There's a lot of discussion about the show right now. And a lot of it baffles me. Because like... do people not understand complex storytelling anymore? The show isn't even doing anything new. Nor is it even that complex. Three timelines that merge at the end. Easy concept. But I feel like a large part of the audience is asking, nay demanding, that everything be spelled out for them in stone, whether it's because they're too lazy to think it through, or too dull to comprehend it. Either way, a lot of the online narrative surrounding this show makes me sad for 2019 culture.

    The show is fantastic.

    Zilla360Tofystedeth
  • ironzergironzerg Registered User regular
    It's nothing to get too worked up about. If something is wildly popular, it's because people like it, despite what the Internet says.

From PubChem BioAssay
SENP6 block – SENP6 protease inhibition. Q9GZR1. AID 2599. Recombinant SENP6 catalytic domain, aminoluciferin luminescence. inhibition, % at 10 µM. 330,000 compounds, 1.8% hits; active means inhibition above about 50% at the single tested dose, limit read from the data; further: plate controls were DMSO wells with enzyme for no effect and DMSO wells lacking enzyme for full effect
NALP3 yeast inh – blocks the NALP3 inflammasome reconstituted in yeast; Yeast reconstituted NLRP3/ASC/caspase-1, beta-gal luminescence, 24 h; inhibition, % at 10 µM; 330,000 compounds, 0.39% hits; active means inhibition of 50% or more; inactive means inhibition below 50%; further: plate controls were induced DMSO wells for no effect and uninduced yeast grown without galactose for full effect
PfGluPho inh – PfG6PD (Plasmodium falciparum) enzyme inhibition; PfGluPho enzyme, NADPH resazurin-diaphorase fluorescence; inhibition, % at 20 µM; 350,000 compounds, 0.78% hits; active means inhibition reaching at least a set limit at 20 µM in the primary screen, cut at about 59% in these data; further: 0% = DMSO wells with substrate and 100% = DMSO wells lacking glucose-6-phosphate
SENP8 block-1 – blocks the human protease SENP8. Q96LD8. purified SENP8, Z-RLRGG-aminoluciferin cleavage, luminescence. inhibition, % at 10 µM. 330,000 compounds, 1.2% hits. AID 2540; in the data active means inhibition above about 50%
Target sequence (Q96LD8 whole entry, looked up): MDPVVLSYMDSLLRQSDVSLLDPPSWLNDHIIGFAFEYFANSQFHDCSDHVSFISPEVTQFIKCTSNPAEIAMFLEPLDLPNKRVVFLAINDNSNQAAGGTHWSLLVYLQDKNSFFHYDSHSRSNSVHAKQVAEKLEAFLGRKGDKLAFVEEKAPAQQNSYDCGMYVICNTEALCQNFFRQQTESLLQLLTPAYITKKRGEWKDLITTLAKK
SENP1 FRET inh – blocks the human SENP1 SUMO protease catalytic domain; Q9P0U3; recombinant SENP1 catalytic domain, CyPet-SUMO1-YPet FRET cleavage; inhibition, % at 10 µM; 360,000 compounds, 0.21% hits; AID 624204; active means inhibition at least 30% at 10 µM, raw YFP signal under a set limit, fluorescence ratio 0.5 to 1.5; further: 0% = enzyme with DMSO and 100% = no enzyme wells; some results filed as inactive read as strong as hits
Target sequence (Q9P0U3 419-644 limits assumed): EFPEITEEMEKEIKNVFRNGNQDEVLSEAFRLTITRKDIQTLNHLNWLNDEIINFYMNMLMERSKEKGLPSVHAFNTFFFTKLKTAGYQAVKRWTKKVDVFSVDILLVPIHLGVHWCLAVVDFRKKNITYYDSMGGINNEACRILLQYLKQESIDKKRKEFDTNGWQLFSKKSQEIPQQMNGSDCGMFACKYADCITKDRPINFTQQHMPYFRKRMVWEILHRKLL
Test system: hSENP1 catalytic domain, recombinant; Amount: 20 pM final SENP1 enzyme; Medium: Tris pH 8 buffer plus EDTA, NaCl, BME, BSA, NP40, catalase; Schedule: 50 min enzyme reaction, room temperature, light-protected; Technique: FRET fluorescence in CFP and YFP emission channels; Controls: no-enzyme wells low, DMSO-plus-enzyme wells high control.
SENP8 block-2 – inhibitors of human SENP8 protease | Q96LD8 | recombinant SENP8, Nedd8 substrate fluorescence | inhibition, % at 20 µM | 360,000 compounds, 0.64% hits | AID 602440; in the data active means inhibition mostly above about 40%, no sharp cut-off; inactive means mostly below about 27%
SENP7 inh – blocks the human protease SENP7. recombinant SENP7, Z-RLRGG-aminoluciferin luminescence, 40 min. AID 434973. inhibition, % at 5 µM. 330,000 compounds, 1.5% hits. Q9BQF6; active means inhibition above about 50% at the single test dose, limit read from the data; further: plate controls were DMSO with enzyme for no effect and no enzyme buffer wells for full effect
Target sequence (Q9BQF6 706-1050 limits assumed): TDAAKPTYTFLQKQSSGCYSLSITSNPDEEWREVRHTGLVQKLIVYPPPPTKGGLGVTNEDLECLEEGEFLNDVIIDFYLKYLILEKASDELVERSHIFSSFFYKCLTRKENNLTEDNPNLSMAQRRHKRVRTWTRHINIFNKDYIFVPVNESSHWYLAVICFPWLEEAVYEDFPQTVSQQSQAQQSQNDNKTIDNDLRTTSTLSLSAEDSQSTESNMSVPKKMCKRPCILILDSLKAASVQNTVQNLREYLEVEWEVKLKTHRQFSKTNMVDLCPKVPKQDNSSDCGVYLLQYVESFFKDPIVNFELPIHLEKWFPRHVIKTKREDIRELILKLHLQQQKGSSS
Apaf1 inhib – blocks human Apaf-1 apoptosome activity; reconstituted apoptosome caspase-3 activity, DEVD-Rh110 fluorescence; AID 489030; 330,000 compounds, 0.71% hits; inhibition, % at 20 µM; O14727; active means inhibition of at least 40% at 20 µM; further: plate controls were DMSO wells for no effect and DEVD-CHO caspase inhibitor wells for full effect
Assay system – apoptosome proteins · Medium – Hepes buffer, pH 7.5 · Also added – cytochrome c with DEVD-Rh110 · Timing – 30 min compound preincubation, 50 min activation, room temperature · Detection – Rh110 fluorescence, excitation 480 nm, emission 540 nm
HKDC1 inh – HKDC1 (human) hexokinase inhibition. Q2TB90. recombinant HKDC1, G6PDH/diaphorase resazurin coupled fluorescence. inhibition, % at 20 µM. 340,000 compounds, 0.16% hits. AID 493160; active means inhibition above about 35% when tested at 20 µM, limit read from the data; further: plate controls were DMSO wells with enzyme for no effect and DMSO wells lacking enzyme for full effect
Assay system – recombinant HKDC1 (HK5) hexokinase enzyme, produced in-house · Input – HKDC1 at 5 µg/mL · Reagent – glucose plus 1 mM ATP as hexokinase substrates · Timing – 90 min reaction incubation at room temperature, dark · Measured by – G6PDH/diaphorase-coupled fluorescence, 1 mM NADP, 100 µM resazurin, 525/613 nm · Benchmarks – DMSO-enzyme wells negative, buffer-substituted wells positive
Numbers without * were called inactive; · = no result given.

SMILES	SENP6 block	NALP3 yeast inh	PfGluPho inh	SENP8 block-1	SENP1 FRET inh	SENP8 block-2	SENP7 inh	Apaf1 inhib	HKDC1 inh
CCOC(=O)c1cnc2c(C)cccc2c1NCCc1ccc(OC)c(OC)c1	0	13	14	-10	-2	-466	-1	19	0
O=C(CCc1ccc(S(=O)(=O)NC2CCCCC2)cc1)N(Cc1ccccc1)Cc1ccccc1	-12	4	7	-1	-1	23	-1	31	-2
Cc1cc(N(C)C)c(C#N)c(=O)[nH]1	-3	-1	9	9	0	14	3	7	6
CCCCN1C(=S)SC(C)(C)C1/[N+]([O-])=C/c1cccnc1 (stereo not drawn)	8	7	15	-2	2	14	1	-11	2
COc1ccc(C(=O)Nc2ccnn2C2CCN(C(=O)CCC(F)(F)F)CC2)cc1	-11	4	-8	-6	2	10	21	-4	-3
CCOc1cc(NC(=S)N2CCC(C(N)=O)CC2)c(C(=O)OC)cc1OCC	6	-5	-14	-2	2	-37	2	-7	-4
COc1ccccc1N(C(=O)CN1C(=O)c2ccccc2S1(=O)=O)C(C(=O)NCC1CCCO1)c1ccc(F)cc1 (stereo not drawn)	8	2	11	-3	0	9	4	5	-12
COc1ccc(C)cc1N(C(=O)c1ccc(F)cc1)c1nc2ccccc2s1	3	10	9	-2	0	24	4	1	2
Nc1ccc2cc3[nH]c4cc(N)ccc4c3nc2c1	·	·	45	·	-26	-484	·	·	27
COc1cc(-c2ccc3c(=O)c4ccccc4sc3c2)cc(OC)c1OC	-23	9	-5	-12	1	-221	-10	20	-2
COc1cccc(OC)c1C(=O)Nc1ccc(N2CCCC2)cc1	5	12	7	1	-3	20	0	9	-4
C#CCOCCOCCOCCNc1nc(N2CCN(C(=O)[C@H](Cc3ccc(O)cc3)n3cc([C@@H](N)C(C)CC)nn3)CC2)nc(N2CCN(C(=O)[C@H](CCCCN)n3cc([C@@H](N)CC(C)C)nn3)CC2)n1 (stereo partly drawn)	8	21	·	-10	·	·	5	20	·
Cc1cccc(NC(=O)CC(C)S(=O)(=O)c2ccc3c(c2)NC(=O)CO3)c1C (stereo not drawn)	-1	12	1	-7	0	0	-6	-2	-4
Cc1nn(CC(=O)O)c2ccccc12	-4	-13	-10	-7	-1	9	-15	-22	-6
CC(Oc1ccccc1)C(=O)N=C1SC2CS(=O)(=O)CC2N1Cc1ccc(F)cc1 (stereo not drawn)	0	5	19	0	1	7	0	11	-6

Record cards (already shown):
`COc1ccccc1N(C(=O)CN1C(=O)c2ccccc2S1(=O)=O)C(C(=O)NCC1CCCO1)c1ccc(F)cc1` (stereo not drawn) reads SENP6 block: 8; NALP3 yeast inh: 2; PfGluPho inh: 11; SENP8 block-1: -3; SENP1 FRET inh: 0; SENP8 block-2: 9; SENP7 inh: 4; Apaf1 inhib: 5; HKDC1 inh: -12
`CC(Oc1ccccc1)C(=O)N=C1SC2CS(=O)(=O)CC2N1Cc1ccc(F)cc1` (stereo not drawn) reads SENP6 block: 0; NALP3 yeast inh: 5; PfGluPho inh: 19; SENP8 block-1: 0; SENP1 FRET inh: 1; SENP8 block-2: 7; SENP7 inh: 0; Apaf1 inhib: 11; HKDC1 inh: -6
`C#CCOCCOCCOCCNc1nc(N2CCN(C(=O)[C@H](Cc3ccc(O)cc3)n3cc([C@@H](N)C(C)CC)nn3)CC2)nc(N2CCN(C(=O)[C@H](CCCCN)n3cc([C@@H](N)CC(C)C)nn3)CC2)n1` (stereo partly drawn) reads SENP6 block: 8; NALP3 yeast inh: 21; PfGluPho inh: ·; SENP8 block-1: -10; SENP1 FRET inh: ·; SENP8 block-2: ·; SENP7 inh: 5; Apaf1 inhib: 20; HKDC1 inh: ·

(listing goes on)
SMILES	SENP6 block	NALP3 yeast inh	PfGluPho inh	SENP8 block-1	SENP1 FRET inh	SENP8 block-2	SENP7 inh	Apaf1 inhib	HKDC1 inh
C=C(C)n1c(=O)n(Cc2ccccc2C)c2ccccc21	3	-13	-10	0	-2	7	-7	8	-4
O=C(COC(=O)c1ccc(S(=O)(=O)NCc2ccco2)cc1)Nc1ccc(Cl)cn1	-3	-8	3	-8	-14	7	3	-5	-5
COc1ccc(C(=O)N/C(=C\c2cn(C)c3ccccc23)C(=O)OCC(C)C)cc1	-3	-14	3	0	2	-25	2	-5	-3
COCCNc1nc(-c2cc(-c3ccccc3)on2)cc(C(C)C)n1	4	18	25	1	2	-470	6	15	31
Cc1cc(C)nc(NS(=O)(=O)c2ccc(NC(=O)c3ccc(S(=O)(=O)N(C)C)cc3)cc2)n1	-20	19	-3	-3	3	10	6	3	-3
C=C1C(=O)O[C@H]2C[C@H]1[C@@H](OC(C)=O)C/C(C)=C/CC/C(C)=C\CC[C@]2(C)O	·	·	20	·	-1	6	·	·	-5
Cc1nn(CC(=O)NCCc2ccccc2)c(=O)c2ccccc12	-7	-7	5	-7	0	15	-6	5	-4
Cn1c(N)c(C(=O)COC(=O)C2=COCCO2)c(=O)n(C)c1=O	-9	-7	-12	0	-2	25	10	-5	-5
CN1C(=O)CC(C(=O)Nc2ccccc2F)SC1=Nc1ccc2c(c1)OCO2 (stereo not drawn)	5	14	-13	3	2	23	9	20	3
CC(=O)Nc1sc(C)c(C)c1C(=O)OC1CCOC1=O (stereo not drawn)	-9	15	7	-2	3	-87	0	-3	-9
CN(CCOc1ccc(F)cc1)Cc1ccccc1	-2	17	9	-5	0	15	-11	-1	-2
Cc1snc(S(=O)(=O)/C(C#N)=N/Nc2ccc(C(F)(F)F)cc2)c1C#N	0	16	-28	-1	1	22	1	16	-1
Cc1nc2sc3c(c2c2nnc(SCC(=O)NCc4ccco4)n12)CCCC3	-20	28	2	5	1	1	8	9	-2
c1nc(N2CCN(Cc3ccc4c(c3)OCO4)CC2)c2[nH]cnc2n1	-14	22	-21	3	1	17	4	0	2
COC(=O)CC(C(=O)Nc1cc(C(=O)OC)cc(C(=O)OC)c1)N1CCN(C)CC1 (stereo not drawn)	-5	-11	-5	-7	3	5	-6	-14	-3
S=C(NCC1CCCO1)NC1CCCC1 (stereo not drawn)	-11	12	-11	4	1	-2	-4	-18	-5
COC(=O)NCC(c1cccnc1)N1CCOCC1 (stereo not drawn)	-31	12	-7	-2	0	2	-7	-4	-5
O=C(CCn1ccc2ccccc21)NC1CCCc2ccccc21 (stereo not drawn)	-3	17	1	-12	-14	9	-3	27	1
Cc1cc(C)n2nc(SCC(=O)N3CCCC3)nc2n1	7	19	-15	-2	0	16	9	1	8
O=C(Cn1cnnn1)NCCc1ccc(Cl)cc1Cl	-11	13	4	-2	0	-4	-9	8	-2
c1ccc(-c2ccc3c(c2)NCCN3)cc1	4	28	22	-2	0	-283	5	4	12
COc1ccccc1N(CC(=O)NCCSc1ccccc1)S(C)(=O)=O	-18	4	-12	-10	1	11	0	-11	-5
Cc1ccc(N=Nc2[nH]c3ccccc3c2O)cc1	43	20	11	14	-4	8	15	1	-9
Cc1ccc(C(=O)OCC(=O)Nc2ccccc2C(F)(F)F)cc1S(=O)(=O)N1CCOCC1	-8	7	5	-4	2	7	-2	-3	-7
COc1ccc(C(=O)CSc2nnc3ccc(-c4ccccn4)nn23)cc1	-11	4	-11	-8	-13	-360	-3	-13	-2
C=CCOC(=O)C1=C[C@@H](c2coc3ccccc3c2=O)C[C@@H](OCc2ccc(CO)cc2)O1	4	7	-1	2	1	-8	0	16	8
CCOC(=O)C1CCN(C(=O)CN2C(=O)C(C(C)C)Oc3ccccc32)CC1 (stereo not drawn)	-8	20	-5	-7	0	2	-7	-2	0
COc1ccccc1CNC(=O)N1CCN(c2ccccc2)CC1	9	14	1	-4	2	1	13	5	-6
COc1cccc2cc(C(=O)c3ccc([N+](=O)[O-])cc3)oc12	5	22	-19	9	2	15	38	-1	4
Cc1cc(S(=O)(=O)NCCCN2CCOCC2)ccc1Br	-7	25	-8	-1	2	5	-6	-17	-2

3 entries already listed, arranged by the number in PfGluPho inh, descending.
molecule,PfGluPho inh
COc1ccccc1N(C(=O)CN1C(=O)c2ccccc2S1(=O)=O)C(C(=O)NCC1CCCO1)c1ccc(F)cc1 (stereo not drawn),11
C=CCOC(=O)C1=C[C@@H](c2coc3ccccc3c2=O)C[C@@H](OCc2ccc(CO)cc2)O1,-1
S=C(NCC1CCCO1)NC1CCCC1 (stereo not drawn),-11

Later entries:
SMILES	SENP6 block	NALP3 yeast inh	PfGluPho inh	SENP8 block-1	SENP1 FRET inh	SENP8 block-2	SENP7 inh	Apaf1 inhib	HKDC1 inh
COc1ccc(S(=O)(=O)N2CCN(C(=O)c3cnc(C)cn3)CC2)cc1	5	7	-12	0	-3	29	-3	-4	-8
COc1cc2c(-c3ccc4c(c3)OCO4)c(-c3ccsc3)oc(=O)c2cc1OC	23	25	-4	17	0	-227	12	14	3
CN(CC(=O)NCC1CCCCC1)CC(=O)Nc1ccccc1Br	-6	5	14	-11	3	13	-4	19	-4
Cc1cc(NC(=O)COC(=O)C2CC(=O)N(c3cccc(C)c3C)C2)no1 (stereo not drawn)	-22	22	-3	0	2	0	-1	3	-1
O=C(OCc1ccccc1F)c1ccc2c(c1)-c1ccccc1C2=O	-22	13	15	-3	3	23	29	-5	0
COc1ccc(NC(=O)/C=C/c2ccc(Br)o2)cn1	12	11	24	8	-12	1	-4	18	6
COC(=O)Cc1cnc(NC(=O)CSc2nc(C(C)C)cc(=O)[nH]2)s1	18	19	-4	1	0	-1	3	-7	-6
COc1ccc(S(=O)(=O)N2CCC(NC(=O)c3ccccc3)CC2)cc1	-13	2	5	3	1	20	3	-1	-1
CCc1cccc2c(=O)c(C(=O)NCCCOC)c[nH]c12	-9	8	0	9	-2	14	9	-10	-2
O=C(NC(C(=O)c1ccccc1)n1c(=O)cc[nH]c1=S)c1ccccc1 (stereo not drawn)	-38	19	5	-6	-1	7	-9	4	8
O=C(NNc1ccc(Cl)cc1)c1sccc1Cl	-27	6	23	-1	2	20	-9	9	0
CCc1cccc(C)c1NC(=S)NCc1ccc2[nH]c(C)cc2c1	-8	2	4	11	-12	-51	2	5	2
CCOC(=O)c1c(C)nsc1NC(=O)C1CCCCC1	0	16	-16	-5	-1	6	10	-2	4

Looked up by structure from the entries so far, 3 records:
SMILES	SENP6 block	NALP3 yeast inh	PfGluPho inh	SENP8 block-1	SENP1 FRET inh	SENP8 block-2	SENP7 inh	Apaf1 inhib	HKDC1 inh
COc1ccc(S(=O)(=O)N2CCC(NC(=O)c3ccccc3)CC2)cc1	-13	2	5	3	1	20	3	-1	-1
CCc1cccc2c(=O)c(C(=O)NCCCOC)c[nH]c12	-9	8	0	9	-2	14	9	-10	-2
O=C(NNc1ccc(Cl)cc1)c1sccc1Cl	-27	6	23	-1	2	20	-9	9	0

The show is fantastic, and the only thing the online narrative surrounding it tells us is about the people who are discussing this online.

    Trying to paint this thing with a broad brush is doing a disservice to the show, and anyone who is actually enjoying it...which by all accounts is a metric fuckload of people.



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  • The Black HunterThe Black Hunter Registered User regular
    Lucascraft wrote: »
    Jerry summarized a lot of my own thoughts surrounding the new Netflix Witcher series.

    There's a lot of discussion about the show right now. And a lot of it baffles me. Because like... do people not understand complex storytelling anymore? The show isn't even doing anything new. Nor is it even that complex. Three timelines that merge at the end. Easy concept. But I feel like a large part of the audience is asking, nay demanding, that everything be spelled out for them in stone, whether it's because they're too lazy to think it through, or too dull to comprehend it. Either way, a lot of the online narrative surrounding this show makes me sad for 2019 culture.